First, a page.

This ain’t no country club.
PLAYERS: 1-2 alternating
DEVELOPER: Axes Art Amuse
RELEASE DATE: May 1988
In today’s Fast and Furious times, if race-car enthusiasts want to “paint the town red” as the expression goes, they usually hold illegal races on streets in their respective town/city. This is done to “boost their street cred” and can potentially lead them to obtain their opponents vehicles, should they win the race. City Connection, a racing game born of bad nachos in the 1980s, begs to ask the question, what if a young racer wanted to literally paint the town white? Instead of showing that his car is the fastest or that it has the best drifting abilities, what if this young man’s only endeavor in life was to put buckets of paint on his car and paint every street white in the world? City Connection is the answer to that question that nobody had thought to ask, and the answer is, a lot of white paint, battered cop cars, and squashed cats.
When I first booted up City Connection, I saw that the first level had four tiers for me to drive on: the top, the two in the middle, and the bottom. I assumed it was a traditional early NES racing game that had you avoiding cop cars and cats. As I progressed, however, I realized that instead of advancing, sections of the level were repeating themselves. All of the tiers were colored white with sections of blue. I reset the game, looked up its premise, and laughed. Really? The goal is really to cover every section of the game’s “streets” white? Really?! Even for an early NES game, this story is stretching it. I guess Jaleco didn’t have enough money to invest in, you know, a real racing game. The premise seems like something better suited for the Atari, and indeed its simplicity leads me to judge it quickly and without compromise.
There are seven levels for you to avoid cats and cop cars. At least the cop cars you can hit with oil cans and they’ll go flying off into the distance. The more of each level that you paint white, the more the cats and cop cars come out in full force. I personally recommend that you paint each tier as much as you can before lowering yourself down onto the next, as it is really difficult to boost yourself back up. Each level, obviously, gets a little more difficult, but by the second level, you’ll be asking why you’re even investing time into this poorly conceived and executed waste of time.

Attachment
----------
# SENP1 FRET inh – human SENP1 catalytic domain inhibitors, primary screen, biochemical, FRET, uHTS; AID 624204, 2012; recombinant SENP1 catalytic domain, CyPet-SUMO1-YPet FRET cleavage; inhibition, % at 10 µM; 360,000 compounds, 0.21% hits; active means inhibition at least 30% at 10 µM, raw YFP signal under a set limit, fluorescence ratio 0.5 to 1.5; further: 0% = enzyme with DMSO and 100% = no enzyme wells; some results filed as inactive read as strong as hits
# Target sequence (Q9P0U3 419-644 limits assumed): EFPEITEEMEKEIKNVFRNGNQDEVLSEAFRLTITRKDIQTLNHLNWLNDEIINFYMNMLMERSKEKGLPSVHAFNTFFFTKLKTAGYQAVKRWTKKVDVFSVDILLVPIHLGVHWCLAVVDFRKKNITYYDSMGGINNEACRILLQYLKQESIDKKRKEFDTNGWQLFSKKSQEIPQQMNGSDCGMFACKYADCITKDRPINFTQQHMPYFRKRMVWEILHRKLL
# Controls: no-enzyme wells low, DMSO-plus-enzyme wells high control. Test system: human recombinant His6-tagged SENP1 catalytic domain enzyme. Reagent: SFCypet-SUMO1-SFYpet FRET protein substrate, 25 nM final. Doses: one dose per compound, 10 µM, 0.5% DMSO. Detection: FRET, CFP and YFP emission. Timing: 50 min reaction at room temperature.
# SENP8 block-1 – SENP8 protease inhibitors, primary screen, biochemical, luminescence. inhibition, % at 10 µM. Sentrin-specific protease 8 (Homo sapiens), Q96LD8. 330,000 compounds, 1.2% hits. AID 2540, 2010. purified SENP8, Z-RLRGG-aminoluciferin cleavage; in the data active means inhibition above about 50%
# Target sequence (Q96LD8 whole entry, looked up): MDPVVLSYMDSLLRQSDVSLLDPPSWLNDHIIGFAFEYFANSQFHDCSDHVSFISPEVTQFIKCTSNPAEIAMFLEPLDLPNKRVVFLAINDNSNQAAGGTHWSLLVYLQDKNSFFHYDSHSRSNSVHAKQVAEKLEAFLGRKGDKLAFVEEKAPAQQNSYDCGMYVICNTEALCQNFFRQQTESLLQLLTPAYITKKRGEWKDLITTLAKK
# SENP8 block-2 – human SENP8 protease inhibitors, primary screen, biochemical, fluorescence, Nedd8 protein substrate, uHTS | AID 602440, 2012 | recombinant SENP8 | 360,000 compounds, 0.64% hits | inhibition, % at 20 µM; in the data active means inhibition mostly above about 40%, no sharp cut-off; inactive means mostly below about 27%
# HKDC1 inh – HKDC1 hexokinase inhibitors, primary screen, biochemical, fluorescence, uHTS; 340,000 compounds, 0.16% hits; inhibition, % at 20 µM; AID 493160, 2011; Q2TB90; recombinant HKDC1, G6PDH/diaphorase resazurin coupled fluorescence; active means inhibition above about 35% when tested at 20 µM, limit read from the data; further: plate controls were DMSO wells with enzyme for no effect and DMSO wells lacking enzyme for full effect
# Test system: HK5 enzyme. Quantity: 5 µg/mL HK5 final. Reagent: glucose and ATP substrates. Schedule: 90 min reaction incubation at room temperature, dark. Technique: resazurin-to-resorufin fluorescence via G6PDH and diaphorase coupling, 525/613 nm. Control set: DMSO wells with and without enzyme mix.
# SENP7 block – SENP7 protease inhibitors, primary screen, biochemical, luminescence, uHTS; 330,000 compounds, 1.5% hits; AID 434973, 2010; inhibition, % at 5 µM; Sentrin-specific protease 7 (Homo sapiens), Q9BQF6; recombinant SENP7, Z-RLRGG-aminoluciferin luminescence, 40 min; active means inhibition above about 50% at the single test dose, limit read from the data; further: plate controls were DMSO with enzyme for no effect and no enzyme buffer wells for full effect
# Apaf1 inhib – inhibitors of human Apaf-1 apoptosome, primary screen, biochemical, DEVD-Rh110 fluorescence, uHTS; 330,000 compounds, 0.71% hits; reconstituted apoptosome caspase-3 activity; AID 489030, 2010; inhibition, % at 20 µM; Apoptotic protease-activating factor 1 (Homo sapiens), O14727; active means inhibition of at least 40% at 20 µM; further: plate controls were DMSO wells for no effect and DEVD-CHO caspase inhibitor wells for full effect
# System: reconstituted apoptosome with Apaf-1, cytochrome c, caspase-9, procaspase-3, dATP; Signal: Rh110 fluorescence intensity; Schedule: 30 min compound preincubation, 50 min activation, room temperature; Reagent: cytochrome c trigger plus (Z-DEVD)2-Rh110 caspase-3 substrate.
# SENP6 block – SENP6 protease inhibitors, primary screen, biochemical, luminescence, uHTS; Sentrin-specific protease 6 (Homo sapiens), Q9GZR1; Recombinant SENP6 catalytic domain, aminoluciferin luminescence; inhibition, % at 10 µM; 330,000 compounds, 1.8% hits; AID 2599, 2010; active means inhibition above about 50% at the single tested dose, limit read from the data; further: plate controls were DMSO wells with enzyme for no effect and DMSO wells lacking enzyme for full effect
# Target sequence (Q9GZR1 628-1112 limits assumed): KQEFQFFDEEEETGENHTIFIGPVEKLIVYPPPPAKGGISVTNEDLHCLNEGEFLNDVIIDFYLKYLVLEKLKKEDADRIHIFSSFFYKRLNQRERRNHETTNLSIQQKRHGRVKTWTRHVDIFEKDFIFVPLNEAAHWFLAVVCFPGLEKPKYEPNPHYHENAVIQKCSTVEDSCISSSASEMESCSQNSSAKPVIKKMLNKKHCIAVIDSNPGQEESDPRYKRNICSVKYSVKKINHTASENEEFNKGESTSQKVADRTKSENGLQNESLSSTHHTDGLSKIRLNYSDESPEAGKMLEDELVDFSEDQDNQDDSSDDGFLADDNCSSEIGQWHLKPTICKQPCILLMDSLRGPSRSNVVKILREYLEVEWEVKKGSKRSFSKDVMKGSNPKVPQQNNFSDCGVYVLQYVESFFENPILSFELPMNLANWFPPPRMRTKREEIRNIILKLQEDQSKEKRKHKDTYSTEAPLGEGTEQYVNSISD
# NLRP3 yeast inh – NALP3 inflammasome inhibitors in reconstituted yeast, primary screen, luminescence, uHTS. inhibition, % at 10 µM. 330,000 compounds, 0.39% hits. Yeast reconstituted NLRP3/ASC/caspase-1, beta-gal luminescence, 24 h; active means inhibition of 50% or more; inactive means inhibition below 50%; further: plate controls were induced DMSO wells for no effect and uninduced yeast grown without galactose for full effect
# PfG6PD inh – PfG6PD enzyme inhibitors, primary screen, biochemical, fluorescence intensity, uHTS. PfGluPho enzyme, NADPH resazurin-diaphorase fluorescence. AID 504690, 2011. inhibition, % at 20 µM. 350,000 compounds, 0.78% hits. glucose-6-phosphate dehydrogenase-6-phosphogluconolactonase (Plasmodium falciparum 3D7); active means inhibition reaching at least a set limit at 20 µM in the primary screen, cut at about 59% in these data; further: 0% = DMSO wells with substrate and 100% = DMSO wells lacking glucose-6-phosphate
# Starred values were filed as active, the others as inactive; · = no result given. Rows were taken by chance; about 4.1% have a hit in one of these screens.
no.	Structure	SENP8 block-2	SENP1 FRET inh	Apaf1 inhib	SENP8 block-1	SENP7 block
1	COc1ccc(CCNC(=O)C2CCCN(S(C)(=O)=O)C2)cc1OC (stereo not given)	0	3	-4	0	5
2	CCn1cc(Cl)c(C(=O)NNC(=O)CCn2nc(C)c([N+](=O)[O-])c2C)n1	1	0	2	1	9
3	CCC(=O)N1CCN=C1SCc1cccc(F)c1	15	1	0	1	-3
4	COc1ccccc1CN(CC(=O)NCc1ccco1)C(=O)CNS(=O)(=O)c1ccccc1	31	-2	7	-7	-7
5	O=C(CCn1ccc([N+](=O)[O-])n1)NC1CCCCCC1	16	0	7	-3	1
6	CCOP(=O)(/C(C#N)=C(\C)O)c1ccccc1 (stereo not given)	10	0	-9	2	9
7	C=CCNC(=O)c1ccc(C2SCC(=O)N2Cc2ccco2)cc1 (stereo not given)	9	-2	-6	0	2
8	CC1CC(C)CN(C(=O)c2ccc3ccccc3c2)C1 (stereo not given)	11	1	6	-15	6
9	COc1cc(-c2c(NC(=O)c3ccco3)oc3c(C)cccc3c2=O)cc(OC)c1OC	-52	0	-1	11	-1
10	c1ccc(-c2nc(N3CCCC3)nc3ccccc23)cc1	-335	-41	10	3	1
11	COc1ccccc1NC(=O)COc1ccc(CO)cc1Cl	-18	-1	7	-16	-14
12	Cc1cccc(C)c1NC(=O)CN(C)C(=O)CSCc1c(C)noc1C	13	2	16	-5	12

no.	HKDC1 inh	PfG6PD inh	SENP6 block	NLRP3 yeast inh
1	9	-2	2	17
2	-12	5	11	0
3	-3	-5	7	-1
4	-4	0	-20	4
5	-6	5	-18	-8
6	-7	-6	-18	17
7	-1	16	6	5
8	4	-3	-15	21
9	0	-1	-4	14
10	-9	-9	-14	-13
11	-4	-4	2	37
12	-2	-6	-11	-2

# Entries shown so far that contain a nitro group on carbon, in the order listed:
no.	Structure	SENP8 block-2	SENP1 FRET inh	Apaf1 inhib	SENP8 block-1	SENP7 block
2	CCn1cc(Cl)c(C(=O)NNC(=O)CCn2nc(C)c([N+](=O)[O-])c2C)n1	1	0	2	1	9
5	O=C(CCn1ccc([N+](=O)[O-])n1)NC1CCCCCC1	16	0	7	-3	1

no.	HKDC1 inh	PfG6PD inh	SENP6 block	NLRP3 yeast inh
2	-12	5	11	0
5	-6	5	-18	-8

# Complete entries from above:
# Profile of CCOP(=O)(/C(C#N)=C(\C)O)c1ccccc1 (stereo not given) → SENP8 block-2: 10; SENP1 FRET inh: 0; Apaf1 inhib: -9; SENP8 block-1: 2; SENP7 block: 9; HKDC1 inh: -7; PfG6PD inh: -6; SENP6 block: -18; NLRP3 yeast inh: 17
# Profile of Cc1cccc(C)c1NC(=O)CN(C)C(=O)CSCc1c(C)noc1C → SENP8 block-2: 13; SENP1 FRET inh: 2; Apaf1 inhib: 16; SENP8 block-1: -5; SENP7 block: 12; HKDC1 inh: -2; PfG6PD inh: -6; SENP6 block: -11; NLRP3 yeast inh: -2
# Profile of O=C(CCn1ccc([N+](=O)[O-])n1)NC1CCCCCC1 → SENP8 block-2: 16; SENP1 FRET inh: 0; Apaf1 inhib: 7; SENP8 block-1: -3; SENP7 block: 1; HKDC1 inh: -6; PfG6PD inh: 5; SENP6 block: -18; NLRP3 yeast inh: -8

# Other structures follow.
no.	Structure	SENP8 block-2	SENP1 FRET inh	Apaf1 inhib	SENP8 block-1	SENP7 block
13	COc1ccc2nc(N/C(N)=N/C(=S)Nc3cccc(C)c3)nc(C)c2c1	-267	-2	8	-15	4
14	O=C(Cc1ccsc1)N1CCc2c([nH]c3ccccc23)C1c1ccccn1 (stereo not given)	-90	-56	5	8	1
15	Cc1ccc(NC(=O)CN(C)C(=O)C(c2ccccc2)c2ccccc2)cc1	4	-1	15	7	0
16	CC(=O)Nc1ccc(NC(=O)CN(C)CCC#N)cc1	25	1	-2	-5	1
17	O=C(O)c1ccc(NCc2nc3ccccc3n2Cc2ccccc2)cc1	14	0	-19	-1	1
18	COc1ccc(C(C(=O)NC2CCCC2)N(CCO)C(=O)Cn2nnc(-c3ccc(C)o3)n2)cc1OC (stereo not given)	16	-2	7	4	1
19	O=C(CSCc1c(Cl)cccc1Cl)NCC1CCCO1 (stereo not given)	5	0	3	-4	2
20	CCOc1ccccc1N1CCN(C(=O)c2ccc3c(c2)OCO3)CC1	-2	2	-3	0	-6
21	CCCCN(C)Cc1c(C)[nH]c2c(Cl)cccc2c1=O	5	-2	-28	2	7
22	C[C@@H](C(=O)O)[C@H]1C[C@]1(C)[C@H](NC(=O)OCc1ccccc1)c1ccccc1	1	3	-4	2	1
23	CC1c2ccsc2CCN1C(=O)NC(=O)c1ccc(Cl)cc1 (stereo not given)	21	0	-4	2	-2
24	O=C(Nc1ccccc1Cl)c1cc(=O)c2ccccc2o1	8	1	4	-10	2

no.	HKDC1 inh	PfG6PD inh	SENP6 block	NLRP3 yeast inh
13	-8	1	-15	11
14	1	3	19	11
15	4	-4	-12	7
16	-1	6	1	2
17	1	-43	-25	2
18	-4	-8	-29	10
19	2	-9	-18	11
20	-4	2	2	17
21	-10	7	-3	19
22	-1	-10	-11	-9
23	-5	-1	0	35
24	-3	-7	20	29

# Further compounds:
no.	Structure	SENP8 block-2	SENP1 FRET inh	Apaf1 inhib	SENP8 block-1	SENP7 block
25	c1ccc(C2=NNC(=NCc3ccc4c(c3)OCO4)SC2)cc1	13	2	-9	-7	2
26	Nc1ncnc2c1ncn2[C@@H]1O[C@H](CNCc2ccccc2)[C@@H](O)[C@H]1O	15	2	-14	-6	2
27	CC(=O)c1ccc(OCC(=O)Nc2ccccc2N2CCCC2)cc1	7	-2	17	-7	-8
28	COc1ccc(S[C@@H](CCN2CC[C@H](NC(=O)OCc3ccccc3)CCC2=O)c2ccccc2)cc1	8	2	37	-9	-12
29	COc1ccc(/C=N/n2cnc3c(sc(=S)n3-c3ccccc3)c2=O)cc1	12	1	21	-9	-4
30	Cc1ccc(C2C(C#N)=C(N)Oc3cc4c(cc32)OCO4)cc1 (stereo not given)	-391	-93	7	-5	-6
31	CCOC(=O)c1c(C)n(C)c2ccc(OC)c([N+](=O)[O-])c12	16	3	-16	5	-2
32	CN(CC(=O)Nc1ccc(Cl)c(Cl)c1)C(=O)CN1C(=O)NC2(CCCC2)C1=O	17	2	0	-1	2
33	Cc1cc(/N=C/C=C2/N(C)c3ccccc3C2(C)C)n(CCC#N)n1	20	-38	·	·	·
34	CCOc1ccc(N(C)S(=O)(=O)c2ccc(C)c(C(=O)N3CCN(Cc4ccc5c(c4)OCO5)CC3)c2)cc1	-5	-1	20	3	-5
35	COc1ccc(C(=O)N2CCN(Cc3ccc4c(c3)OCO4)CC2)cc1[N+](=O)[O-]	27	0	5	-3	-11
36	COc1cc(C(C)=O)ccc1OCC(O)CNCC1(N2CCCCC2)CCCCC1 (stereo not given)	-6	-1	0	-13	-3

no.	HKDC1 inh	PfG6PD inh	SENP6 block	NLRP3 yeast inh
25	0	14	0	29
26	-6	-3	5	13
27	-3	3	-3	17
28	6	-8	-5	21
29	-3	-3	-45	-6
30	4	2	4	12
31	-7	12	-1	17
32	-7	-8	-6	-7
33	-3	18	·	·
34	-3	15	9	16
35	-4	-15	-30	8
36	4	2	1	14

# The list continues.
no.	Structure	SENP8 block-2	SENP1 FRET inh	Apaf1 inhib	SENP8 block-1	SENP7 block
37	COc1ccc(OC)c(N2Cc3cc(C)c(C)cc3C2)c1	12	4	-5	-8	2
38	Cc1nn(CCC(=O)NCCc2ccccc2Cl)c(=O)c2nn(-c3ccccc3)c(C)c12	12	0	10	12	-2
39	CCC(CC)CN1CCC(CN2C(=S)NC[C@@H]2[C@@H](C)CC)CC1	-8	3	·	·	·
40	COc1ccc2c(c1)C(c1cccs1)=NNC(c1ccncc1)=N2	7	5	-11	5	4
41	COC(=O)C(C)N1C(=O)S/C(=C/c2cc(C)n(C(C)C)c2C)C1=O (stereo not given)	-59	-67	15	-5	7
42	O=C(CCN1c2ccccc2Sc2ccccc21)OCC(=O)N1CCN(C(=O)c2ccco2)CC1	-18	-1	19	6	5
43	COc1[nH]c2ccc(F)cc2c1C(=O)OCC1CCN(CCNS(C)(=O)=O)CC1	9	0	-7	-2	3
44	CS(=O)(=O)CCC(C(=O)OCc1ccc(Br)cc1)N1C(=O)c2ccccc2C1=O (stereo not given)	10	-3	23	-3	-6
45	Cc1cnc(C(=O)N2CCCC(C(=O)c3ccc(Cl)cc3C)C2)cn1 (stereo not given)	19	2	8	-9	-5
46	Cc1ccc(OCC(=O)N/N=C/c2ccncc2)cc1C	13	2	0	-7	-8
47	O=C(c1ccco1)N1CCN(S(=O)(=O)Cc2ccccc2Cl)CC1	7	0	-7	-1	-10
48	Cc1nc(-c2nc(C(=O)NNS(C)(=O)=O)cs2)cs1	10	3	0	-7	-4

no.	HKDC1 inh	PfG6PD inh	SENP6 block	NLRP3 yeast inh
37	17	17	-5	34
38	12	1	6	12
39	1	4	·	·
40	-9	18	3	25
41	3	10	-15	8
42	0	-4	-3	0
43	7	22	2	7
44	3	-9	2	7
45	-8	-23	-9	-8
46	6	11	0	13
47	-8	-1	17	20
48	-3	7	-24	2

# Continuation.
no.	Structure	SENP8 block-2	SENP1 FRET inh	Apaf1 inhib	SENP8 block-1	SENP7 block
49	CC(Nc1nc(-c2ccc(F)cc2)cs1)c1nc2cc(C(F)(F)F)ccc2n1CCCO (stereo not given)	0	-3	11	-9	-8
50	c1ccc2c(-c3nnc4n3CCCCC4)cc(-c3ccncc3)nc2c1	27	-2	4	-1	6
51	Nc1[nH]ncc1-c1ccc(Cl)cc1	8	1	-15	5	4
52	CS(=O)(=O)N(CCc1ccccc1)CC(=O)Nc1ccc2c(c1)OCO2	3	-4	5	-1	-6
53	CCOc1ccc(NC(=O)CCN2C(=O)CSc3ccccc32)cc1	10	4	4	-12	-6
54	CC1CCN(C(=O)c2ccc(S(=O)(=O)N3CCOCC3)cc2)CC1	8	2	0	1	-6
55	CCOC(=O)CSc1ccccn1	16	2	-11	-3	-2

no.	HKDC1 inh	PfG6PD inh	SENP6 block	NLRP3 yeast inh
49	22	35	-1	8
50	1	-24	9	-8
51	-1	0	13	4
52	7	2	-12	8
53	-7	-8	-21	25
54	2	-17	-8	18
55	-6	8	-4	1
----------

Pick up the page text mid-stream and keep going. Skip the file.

I’d like to call attention to an issue that was probably overlooked in 1988, and if I may, address it to the Young Unnamed Protagonist of City Connection. My dear boy, that is a lot of paint to just flagrantly throw about all over a city with reckless abandon. You also believe that filled oil cans are acceptable weapons to throw at police officers. A travesty! I mean, throw whatever you want at police officers, but just think of the environment, would you?! Environmental codes in every city would say that you, sir, are damaging the native flora and fauna as much or more so than your double exhaust system in your CRX. If City Connection 2 were to exist, I would ask that you would re-pave the streets green, and litter the streets with flowers, trees and Al Gore dolls. Thank you.
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4 replies on “#136 – City Connection”
“I assumed it was a traditional early NES racing game that had you avoiding cop cars and cats.” — Lol! Do you ever write a clever line like that and hope someone appreciates it? Well, you just got me. 😀
Yikes! This game is awesome. The simple premise is because it is an arcade port. My brother and i used to play this like crazy.
Honda mustve had something to do with this game if they decided to put a honda city turbo II on the cover and in the game haha. Still, paint the city white? Really?
I used to rent this game a lot and history seems to point at the fact thay I enjoyed this game, for baffling reasons lost to time. This game is hard, and I have no idea how I passed the first level at a tender young age, but apparently did somehow… now its terrible though. Depressingly terrible.